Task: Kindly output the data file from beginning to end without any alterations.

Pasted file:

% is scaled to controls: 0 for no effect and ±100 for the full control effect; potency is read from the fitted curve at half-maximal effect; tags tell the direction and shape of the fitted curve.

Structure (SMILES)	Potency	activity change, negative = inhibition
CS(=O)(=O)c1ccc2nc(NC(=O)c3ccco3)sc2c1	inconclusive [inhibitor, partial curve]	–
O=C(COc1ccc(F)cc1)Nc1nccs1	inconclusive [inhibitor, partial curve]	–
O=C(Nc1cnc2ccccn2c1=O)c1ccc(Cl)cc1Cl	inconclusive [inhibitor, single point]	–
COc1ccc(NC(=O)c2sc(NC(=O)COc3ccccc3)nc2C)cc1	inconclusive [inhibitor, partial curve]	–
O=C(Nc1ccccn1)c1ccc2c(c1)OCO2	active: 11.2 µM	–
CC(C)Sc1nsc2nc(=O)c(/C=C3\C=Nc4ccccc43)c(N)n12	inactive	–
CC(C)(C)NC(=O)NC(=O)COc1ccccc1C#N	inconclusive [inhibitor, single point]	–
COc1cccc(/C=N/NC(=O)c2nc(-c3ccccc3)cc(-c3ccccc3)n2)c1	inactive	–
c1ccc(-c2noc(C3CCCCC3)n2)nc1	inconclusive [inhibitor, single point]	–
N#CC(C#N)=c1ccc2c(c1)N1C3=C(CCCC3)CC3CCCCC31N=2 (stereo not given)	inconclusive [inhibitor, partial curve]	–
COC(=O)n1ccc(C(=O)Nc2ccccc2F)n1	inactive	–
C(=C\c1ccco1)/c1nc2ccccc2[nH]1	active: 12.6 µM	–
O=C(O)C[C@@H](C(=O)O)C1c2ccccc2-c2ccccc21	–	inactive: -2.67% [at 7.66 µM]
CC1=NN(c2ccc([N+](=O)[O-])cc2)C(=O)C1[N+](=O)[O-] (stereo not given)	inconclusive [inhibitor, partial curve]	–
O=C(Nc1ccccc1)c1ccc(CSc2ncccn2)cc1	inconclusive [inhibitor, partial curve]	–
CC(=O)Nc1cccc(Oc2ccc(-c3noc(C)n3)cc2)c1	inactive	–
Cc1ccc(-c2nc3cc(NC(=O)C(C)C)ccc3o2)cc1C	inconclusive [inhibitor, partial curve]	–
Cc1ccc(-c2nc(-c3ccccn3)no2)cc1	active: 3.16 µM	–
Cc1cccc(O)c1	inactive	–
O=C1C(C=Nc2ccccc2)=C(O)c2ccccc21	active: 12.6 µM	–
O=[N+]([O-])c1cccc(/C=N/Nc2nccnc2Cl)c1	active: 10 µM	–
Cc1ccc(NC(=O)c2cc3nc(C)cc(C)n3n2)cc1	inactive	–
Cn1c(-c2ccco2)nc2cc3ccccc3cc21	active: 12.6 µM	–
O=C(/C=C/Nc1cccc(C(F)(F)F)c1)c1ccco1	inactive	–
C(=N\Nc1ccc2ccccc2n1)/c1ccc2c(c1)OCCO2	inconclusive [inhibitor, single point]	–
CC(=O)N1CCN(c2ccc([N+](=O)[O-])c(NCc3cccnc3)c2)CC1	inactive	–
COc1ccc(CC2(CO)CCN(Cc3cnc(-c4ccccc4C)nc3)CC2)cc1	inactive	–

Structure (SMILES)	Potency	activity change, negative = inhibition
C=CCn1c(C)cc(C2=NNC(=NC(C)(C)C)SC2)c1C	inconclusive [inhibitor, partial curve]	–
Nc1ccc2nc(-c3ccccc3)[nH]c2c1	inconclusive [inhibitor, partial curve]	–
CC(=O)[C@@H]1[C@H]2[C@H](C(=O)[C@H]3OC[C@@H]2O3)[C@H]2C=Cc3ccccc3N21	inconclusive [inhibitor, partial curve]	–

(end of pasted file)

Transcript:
% is scaled to controls: 0 for no effect and ±100 for the full control effect; potency is read from the fitted curve at half-maximal effect; tags tell the direction and shape of the fitted curve.

Structure (SMILES)	Potency	activity change, negative = inhibition
CS(=O)(=O)c1ccc2nc(NC(=O)c3ccco3)sc2c1	inconclusive [inhibitor, partial curve]	–
O=C(COc1ccc(F)cc1)Nc1nccs1	inconclusive [inhibitor, partial curve]	–
O=C(Nc1cnc2ccccn2c1=O)c1ccc(Cl)cc1Cl	inconclusive [inhibitor, single point]	–
COc1ccc(NC(=O)c2sc(NC(=O)COc3ccccc3)nc2C)cc1	inconclusive [inhibitor, partial curve]	–
O=C(Nc1ccccn1)c1ccc2c(c1)OCO2	active: 11.2 µM	–
CC(C)Sc1nsc2nc(=O)c(/C=C3\C=Nc4ccccc43)c(N)n12	inactive	–
CC(C)(C)NC(=O)NC(=O)COc1ccccc1C#N	inconclusive [inhibitor, single point]	–
COc1cccc(/C=N/NC(=O)c2nc(-c3ccccc3)cc(-c3ccccc3)n2)c1	inactive	–
c1ccc(-c2noc(C3CCCCC3)n2)nc1	inconclusive [inhibitor, single point]	–
N#CC(C#N)=c1ccc2c(c1)N1C3=C(CCCC3)CC3CCCCC31N=2 (stereo not given)	inconclusive [inhibitor, partial curve]	–
COC(=O)n1ccc(C(=O)Nc2ccccc2F)n1	inactive	–
C(=C\c1ccco1)/c1nc2ccccc2[nH]1	active: 12.6 µM	–
O=C(O)C[C@@H](C(=O)O)C1c2ccccc2-c2ccccc21	–	inactive: -2.67% [at 7.66 µM]
CC1=NN(c2ccc([N+](=O)[O-])cc2)C(=O)C1[N+](=O)[O-] (stereo not given)	inconclusive [inhibitor, partial curve]	–
O=C(Nc1ccccc1)c1ccc(CSc2ncccn2)cc1	inconclusive [inhibitor, partial curve]	–
CC(=O)Nc1cccc(Oc2ccc(-c3noc(C)n3)cc2)c1	inactive	–
Cc1ccc(-c2nc3cc(NC(=O)C(C)C)ccc3o2)cc1C	inconclusive [inhibitor, partial curve]	–
Cc1ccc(-c2nc(-c3ccccn3)no2)cc1	active: 3.16 µM	–
Cc1cccc(O)c1	inactive	–
O=C1C(C=Nc2ccccc2)=C(O)c2ccccc21	active: 12.6 µM	–
O=[N+]([O-])c1cccc(/C=N/Nc2nccnc2Cl)c1	active: 10 µM	–
Cc1ccc(NC(=O)c2cc3nc(C)cc(C)n3n2)cc1	inactive	–
Cn1c(-c2ccco2)nc2cc3ccccc3cc21	active: 12.6 µM	–
O=C(/C=C/Nc1cccc(C(F)(F)F)c1)c1ccco1	inactive	–
C(=N\Nc1ccc2ccccc2n1)/c1ccc2c(c1)OCCO2	inconclusive [inhibitor, single point]	–
CC(=O)N1CCN(c2ccc([N+](=O)[O-])c(NCc3cccnc3)c2)CC1	inactive	–
COc1ccc(CC2(CO)CCN(Cc3cnc(-c4ccccc4C)nc3)CC2)cc1	inactive	–

Structure (SMILES)	Potency	activity change, negative = inhibition
C=CCn1c(C)cc(C2=NNC(=NC(C)(C)C)SC2)c1C	inconclusive [inhibitor, partial curve]	–
Nc1ccc2nc(-c3ccccc3)[nH]c2c1	inconclusive [inhibitor, partial curve]	–
CC(=O)[C@@H]1[C@H]2[C@H](C(=O)[C@H]3OC[C@@H]2O3)[C@H]2C=Cc3ccccc3N21	inconclusive [inhibitor, partial curve]	–